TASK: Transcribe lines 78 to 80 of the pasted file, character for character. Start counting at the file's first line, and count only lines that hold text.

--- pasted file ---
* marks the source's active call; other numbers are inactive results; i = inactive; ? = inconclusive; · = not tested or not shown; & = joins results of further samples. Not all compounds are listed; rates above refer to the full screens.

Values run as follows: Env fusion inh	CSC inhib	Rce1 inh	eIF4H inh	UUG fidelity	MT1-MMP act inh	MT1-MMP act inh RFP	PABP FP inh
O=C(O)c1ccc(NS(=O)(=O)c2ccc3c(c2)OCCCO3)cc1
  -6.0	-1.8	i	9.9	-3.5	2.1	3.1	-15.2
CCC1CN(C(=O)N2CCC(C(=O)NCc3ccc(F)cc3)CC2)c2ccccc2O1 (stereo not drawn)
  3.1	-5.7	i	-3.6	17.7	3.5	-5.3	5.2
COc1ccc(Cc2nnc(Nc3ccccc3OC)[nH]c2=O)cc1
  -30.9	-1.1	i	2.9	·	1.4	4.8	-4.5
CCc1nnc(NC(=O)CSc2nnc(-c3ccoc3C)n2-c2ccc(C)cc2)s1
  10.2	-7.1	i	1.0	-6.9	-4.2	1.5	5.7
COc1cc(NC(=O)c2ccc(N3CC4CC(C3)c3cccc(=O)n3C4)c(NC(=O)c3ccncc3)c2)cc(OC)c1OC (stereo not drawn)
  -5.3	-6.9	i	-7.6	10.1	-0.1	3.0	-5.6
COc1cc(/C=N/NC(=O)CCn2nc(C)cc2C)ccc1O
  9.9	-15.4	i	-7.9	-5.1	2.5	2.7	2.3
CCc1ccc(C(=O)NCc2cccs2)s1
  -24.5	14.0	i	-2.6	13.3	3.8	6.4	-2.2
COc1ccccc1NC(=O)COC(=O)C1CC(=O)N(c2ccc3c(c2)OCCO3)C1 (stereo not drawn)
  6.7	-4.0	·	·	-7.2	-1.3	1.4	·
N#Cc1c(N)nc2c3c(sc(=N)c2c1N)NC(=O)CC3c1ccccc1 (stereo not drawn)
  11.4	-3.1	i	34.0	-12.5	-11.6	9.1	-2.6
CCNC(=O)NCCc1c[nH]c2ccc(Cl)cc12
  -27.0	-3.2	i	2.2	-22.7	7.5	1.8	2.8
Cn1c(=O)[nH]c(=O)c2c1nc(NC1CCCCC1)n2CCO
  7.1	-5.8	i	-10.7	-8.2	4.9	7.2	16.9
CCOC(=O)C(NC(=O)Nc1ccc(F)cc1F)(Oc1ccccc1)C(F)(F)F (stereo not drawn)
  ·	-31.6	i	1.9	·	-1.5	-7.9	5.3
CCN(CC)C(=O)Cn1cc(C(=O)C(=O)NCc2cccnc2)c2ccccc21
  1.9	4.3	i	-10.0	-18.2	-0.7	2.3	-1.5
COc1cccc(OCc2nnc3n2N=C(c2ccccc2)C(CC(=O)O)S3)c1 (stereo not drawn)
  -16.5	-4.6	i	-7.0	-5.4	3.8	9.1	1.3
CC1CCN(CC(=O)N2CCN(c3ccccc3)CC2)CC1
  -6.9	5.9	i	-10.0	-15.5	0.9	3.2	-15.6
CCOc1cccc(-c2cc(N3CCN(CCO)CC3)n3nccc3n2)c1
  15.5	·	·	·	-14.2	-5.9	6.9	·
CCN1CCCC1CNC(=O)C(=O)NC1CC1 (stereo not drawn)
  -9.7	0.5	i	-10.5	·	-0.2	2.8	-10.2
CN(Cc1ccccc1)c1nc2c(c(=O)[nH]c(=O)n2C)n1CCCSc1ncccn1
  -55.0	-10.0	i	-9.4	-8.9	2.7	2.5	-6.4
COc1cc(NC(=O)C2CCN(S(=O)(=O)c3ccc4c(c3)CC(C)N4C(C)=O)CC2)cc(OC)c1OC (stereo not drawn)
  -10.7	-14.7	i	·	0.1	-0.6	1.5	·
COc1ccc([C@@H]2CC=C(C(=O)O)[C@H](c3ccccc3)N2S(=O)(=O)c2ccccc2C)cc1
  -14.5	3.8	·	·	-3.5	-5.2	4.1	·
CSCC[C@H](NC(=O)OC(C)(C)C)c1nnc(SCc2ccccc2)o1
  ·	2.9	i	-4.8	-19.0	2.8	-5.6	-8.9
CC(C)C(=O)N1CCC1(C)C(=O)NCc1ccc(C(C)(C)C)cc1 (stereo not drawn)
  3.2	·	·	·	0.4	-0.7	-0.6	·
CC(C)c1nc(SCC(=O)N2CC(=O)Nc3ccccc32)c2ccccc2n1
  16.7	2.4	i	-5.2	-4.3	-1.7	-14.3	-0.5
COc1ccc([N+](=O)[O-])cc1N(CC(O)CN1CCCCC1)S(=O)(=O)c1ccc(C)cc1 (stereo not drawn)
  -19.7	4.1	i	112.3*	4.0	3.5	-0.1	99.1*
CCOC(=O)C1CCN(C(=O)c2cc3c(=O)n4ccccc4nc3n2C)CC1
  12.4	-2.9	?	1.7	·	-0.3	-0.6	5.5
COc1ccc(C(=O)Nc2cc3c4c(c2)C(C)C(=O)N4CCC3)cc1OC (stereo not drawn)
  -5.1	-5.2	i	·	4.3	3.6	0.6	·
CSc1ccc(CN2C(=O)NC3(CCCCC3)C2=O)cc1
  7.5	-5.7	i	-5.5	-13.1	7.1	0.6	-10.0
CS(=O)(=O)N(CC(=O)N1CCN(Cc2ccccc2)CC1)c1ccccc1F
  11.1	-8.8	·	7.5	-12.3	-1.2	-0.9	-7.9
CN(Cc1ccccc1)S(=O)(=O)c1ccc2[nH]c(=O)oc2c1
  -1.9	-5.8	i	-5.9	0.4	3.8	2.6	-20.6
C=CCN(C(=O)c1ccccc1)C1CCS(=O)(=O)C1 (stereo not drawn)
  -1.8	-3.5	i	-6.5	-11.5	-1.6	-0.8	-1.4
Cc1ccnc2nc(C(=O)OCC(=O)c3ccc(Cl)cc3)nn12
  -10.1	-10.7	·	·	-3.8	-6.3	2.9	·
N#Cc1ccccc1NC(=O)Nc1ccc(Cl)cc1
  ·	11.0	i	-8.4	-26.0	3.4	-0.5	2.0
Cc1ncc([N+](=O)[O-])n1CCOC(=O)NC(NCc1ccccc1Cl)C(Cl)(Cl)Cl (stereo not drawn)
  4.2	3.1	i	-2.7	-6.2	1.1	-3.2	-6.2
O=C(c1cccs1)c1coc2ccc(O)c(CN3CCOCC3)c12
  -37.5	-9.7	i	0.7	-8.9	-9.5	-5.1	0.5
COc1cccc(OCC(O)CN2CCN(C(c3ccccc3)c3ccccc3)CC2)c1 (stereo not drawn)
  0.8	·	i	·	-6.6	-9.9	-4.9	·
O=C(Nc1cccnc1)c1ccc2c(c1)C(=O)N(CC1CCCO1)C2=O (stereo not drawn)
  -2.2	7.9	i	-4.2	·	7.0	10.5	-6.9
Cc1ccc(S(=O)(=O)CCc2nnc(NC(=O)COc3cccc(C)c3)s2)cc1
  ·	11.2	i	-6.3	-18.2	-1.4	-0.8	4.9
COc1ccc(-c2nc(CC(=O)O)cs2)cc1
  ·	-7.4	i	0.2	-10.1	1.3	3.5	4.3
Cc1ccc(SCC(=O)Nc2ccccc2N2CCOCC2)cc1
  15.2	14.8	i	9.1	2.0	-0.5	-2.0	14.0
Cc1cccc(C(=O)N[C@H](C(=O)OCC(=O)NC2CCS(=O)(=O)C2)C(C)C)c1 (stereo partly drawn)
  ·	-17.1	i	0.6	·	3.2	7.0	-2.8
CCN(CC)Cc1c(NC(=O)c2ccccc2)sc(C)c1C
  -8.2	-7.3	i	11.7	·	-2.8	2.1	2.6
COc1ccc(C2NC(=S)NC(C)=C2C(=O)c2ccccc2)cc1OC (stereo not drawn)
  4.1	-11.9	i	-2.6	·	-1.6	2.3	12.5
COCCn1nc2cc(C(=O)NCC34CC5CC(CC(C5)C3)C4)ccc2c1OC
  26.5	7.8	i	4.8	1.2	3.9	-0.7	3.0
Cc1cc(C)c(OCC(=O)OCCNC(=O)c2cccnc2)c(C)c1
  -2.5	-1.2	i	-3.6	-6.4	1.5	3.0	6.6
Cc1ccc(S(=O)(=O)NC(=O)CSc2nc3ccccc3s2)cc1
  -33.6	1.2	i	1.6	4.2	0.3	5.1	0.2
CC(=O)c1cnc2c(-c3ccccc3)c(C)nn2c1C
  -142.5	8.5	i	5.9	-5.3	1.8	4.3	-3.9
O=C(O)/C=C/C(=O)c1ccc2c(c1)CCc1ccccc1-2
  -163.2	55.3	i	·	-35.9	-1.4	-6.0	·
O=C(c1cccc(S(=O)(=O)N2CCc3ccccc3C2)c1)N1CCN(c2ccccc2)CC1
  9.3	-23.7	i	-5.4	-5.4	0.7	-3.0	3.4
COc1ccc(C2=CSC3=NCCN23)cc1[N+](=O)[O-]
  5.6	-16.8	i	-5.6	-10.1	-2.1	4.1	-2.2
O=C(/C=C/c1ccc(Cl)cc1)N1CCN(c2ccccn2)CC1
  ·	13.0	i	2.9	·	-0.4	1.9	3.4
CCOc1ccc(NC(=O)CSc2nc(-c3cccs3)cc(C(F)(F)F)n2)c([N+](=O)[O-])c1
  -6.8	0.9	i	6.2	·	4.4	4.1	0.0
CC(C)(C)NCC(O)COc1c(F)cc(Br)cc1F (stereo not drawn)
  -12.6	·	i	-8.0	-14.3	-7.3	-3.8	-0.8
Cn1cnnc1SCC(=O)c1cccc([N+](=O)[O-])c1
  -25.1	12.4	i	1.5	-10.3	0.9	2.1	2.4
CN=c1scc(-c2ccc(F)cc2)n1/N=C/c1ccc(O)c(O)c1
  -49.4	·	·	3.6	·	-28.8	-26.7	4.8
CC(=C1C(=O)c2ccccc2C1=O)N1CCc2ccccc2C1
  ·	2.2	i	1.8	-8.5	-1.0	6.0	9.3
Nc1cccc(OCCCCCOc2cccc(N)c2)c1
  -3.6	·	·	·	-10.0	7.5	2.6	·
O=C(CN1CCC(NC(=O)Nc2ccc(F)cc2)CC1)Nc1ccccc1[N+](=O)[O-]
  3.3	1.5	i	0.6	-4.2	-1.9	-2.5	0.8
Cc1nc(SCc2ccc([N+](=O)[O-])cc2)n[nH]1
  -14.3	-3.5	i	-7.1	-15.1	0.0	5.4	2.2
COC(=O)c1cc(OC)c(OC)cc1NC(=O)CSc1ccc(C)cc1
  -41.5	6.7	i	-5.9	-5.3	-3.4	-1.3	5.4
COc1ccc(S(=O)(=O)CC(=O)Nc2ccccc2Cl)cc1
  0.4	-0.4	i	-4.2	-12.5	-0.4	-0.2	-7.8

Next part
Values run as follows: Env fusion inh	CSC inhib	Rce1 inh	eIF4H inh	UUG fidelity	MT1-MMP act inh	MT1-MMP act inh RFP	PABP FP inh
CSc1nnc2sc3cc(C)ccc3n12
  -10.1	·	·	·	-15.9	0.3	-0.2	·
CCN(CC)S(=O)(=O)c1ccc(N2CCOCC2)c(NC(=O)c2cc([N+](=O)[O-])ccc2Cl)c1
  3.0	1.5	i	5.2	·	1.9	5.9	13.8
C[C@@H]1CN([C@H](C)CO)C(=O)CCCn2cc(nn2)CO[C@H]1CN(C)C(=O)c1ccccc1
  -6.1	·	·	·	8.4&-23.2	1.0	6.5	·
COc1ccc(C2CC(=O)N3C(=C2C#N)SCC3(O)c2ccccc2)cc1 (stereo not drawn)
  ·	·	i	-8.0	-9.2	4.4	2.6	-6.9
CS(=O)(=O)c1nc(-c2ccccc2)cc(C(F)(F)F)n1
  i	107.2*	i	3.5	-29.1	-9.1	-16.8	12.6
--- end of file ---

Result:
  ·	-7.4	i	0.2	-10.1	1.3	3.5	4.3
Cc1ccc(SCC(=O)Nc2ccccc2N2CCOCC2)cc1
  15.2	14.8	i	9.1	2.0	-0.5	-2.0	14.0